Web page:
@templatetypedef: I understood it as "how to determine whether a node should or should not be rotated", mostly because the Node structure in the question doesn't have a height / balance factor field which is necessary to do this efficiently, and doesn't mention "implementing rotations" at all. –  millimoose Aug 27 '11 at 1:42
    
@sii, the way about how to determine which rotation to apply is good, gives me a new idea. BTW, do you mean the Node struct should not contain any height/balance_factor field, just data/lchild/rchild? –  Alcott Aug 27 '11 at 3:16

Using double pointers (or references to pointers as you asked for C++) should completely eliminate the need for parent pointers.

typedef struct Node {
    int value;
    int height;
    struct Node *left;
    struct Node *right;
} Node;

int height(Node *node) {
    return (node == NULL) ? -1 : node->height;
}

void insert(Node * & node, int value) {
    if (node == NULL) {
        node = new Node();
        node->value = value;
    } else if (value < node->value) {
        insert(node->left, value);
        if (height(node->left) - height(node->right) == 2) {
            if (value < note->left->value) {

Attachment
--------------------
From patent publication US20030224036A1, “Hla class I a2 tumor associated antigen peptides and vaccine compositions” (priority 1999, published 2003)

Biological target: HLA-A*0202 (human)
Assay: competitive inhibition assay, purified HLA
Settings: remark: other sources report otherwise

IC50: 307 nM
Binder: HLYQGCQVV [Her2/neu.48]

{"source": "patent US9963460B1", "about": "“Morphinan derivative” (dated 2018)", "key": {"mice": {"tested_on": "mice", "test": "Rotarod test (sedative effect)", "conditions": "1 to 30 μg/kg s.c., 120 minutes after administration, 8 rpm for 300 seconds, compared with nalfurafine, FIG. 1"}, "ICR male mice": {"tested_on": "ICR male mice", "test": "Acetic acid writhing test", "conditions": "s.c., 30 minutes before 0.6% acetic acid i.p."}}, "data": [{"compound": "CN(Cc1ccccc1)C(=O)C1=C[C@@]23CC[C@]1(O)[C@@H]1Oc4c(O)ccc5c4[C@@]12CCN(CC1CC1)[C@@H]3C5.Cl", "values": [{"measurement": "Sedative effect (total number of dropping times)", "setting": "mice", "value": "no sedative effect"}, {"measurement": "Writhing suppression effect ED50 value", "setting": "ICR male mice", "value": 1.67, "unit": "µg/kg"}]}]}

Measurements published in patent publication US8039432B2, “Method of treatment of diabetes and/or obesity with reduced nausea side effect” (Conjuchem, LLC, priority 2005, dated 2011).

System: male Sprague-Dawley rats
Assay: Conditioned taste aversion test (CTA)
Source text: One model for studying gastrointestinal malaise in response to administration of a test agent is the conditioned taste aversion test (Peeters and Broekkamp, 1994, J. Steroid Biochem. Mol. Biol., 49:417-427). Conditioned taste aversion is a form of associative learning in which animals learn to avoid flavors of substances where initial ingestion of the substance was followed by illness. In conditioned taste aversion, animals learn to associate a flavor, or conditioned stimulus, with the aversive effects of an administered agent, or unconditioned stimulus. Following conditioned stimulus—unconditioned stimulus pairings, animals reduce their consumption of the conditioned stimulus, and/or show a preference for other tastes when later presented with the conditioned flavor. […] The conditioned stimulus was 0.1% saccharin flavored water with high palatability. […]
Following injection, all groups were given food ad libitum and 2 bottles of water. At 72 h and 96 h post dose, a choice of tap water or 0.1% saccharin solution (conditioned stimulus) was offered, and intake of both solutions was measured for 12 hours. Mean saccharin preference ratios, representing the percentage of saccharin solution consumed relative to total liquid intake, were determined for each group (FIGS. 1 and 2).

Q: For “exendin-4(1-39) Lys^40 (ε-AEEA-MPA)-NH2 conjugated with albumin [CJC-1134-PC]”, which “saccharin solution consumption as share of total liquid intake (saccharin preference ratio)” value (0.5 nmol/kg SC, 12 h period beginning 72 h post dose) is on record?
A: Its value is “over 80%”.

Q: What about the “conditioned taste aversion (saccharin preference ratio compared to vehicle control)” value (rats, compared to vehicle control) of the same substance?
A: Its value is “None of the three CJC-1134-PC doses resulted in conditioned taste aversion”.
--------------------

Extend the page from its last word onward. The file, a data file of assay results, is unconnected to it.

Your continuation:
singleRotateWithLeftChild(node);
            } else {
                doubleRotateWithLeftChild(node);
            }
        }
    } else if (value > node->value) {
        // Symmetric case
    }

    node->height = 1 + max(height(node->left), height(node->right));
}
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yes, you're right, but my consideration is, after each insertion, when I rebalance the avl_tree, I have to know the newly inserted node's parent, right? How to do the rebalance() without knowing the parent pointer? –  Alcott Aug 27 '11 at 3:11
    
@Alcott: you already know the parent, after the last recursive call returns, node (still) points to the new node's parent. I'll update the code in a minute. –  Can Berk Güder Aug 27 '11 at 15:34

there's an implementation of an avl tree with no parent pointers @ http://code.google.com/p/self-balancing-avl-tree/ . recursion is used (as @Can Berk Güder pointed out above)